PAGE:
By Paulina Dedaj | Fox News
Satellite images this week apparently captured more than 500 Chinese military vehicles in and around a soccer stadium near the border with Hong Kong in what many believe was a response to several days of violent protests that disrupted operations at one of the world’s busiest international airports.
The images, taken by Maxar’s WorldView Monday, appear to show hundreds of military vehicles lined up at the Shenzhen Bay Sports Center just across the harbor from Hong Kong, where months of protesting reached a pinnacle this week after thousands of demonstrators shut down all flights at Hong Kong International Airport.
Chinese state media disputed claims that the government moved the vehicles in response to the protests, saying that the exercises had been planned beforehand and were not directly related to the unrest in Hong Kong. This came despite Beijing saying the protests were beginning to show the “sprouts of terrorism.”
Reports have circulated that China is believed to have already dispatched officers to fortify the ranks of the Hong Kong police and may also have planted decoys among the protesters in order to encourage more violent acts that could eventually turn ordinary residents against the movement.
Flights resumed Wednesday morning after an outburst of violence between protesters and police caused cancellations and delays over a two-day period.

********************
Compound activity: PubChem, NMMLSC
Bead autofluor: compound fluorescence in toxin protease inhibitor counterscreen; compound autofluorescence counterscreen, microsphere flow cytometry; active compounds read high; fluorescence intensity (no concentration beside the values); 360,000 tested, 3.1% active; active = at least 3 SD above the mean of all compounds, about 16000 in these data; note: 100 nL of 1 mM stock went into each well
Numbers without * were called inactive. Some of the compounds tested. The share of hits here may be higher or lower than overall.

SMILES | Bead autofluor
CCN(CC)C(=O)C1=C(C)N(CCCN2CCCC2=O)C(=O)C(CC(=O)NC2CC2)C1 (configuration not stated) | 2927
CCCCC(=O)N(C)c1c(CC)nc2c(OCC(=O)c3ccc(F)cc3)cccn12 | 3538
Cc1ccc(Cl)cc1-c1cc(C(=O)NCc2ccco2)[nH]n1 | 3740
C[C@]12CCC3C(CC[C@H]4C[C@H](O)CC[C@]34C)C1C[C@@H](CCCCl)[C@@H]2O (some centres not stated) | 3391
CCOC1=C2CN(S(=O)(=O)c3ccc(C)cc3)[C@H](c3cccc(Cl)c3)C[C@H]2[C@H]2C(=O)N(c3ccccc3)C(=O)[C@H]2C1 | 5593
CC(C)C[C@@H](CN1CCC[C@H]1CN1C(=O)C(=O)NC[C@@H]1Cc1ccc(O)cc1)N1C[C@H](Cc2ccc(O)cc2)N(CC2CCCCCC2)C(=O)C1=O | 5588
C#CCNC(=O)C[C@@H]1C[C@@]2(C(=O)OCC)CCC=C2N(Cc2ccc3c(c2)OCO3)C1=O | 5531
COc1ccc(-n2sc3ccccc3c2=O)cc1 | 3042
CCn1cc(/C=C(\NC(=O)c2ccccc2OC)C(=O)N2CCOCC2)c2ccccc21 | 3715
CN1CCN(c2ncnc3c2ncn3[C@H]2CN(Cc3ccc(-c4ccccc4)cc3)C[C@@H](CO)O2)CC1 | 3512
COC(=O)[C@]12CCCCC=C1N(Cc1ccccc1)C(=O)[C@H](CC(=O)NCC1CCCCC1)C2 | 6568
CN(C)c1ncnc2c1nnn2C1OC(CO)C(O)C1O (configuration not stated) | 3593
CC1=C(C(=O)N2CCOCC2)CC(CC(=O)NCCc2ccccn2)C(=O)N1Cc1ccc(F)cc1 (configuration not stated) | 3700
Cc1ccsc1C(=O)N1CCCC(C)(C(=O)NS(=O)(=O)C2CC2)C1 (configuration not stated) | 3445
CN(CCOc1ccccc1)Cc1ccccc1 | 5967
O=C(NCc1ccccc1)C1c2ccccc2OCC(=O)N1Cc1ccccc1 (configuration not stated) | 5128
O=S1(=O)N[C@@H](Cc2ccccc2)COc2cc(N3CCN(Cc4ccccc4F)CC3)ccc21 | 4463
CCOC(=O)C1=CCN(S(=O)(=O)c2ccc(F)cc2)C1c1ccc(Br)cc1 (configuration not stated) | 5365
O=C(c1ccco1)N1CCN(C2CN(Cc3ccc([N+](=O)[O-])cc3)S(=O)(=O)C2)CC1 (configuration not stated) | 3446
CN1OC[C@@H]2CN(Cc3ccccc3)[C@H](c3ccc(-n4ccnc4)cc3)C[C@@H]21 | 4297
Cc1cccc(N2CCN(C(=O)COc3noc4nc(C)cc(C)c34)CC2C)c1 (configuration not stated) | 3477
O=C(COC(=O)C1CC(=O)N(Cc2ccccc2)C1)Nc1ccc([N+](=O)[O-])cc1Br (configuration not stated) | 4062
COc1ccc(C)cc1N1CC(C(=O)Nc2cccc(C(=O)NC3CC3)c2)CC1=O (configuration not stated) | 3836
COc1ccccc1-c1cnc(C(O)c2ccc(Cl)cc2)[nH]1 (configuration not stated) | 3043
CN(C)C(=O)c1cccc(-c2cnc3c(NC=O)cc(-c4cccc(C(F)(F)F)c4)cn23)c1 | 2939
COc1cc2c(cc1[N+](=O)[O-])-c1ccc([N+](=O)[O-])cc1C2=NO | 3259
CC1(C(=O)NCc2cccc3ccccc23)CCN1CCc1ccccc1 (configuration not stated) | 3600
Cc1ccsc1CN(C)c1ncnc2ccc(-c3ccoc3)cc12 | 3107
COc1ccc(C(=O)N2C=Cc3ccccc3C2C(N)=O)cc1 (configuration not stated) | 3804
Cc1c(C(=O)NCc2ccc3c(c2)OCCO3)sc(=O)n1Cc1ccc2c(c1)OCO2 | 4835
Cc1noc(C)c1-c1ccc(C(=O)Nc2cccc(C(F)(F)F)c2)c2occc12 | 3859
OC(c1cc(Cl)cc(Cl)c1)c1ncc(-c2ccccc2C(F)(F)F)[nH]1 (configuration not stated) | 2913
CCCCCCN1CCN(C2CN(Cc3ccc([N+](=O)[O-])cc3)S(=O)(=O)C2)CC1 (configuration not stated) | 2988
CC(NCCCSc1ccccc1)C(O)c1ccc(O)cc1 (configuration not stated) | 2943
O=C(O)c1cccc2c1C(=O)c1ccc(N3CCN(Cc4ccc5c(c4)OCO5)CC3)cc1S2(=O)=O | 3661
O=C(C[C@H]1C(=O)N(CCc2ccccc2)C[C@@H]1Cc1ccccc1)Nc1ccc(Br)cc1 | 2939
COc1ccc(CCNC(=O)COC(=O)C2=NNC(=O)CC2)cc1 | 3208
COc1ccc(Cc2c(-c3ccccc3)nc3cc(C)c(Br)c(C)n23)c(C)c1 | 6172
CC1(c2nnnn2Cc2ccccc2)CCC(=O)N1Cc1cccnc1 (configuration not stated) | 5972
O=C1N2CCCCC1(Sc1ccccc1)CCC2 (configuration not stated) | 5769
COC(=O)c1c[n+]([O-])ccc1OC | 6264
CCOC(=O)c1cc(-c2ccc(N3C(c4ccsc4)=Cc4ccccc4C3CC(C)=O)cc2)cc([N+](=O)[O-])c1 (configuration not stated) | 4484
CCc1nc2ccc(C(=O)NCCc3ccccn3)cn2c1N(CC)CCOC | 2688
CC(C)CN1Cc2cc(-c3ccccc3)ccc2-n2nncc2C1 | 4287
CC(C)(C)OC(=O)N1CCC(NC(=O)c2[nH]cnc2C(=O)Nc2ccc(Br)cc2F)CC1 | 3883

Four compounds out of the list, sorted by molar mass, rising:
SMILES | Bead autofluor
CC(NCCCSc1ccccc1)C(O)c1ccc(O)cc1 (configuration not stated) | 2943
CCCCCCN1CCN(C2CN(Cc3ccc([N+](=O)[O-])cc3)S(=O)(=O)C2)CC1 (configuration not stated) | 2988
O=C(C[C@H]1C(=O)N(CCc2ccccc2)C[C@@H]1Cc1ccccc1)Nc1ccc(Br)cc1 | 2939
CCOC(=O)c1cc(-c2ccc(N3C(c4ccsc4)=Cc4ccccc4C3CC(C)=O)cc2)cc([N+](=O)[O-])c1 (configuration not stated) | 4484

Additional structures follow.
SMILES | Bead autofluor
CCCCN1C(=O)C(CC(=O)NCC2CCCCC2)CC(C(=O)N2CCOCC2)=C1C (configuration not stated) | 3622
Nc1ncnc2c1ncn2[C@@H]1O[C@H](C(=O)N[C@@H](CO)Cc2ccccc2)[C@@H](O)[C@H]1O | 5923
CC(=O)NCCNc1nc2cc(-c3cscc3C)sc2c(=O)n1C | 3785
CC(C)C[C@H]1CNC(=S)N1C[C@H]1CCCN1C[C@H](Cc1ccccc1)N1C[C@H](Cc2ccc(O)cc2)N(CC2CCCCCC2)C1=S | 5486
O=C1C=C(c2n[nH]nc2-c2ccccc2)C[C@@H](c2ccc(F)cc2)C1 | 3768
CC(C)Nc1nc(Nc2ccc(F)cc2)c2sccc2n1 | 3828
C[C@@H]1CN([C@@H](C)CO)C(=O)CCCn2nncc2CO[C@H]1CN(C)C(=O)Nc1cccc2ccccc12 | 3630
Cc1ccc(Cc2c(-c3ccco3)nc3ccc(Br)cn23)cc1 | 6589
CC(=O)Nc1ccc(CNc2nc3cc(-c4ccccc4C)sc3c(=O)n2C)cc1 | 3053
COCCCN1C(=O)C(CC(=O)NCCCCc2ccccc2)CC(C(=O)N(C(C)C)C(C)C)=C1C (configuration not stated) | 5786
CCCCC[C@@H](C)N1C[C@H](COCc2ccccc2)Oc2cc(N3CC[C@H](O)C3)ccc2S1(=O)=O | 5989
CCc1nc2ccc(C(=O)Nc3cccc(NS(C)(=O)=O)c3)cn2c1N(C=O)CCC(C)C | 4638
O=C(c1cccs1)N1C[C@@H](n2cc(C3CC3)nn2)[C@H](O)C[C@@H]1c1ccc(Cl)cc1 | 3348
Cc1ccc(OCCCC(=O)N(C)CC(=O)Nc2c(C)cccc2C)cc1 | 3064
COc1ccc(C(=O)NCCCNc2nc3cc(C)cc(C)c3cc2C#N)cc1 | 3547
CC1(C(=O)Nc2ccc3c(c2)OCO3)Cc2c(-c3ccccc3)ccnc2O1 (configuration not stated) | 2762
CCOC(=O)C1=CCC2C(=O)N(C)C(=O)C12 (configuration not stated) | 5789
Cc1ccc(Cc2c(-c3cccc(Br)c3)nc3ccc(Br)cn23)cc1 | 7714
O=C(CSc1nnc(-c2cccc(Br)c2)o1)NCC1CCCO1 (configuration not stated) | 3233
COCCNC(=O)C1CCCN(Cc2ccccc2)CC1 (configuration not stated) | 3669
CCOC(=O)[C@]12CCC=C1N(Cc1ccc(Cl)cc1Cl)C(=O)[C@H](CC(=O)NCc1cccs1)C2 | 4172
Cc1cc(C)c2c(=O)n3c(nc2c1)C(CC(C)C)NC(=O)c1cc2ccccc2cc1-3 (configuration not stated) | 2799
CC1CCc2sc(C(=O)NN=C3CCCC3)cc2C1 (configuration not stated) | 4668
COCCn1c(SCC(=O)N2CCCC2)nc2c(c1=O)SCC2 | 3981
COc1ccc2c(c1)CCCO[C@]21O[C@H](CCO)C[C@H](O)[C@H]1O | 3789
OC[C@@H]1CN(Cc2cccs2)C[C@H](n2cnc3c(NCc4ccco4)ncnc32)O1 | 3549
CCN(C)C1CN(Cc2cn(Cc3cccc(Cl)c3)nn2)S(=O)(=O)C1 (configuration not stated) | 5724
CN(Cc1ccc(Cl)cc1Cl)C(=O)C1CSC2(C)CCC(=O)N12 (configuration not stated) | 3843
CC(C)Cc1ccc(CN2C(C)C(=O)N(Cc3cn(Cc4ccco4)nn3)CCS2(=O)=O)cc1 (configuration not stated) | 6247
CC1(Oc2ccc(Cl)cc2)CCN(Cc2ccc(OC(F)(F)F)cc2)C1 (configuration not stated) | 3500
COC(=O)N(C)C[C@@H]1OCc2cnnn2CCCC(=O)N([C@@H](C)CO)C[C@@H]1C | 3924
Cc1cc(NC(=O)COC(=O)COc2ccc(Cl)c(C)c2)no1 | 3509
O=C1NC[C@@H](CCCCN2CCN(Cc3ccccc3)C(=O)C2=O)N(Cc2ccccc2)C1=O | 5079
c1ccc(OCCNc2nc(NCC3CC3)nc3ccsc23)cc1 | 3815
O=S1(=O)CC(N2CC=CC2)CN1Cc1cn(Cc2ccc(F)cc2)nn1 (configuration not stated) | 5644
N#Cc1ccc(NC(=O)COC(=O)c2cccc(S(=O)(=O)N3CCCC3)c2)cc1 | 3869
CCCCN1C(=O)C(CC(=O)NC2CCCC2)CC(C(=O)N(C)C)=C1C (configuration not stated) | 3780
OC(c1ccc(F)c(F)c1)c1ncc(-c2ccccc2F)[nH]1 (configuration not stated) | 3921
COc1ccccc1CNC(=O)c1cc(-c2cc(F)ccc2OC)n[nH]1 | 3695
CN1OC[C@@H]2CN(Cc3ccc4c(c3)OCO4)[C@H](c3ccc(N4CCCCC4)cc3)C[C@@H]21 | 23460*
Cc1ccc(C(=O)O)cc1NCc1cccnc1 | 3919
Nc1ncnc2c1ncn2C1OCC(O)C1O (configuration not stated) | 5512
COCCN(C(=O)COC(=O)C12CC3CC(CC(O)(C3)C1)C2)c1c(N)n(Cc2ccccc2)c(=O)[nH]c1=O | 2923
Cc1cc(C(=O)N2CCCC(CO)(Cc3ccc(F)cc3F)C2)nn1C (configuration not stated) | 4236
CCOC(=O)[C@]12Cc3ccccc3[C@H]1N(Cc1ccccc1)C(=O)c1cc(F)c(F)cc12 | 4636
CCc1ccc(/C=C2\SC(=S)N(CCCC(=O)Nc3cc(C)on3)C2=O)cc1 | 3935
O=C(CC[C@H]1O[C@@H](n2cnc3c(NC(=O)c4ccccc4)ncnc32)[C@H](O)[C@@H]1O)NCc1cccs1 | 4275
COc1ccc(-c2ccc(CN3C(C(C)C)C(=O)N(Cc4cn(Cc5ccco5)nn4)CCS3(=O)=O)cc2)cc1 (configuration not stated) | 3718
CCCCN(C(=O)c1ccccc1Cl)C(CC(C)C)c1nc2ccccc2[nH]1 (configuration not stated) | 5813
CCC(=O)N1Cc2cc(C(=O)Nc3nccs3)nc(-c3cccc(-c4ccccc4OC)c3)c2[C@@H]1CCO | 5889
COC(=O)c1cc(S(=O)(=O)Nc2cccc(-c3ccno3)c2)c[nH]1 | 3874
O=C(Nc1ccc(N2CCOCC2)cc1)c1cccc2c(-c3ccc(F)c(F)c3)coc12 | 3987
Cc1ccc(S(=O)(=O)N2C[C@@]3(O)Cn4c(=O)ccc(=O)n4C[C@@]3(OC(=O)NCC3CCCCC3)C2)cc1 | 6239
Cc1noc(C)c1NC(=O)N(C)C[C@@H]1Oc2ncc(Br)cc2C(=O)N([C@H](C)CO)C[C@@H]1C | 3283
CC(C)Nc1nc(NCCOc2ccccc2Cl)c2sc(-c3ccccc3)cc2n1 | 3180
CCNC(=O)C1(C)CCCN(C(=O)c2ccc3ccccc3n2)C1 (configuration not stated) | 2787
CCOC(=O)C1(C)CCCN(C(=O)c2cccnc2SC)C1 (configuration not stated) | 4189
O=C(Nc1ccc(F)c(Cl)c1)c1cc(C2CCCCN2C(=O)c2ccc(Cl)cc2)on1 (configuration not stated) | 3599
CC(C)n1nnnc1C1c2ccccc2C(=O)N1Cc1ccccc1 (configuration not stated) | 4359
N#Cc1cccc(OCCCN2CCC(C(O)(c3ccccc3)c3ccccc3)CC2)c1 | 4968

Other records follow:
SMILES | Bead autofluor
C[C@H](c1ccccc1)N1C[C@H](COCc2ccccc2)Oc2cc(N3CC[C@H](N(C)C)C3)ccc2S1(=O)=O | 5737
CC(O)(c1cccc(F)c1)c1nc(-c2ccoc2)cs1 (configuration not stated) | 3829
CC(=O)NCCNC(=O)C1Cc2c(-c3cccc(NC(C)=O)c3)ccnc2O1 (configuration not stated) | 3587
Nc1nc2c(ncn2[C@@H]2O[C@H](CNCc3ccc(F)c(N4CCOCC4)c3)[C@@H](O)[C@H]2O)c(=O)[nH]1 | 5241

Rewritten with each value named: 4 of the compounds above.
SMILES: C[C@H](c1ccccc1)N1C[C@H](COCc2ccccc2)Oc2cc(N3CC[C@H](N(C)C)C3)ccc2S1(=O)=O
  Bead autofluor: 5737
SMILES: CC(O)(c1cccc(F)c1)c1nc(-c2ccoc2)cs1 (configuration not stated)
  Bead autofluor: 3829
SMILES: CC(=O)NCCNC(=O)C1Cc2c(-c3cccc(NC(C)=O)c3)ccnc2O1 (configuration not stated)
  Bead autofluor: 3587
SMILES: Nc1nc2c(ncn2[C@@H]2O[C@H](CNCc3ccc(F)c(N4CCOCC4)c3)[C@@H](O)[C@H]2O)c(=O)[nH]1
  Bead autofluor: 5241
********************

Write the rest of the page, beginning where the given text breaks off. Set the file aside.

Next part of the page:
A statement from the airport’s management said it had designated an area of the airport to be set aside for demonstrations, but no protests would be allowed outside the designated area.
For more than two months, Hong Kong has experienced mass protests urging democratic reforms and an investigation into police conduct. The shutdown of one of the world’s busiest airports added to what authorities say is already a major blow to the financial hub’s crucial tourism industry.
Protesters are demanding that Hong Kong leader Carrie Lam step down and pull legislation that would allow the government to extradite people to mainland China, where they would likely face torture or unfair, politically-charged trials. Recent demonstrations have called for an independent inquiry into the city’s police and its alleged abuse of power.
Beijing has been reluctant to act over fears of the effect it would have on the reputation Hong Kong has a separate and safe haven to invest 22 years after the former British colony was handed over to China.
The Associated Press contributed to this report. Paulina Dedaj is a writer/ reporter for Fox News.
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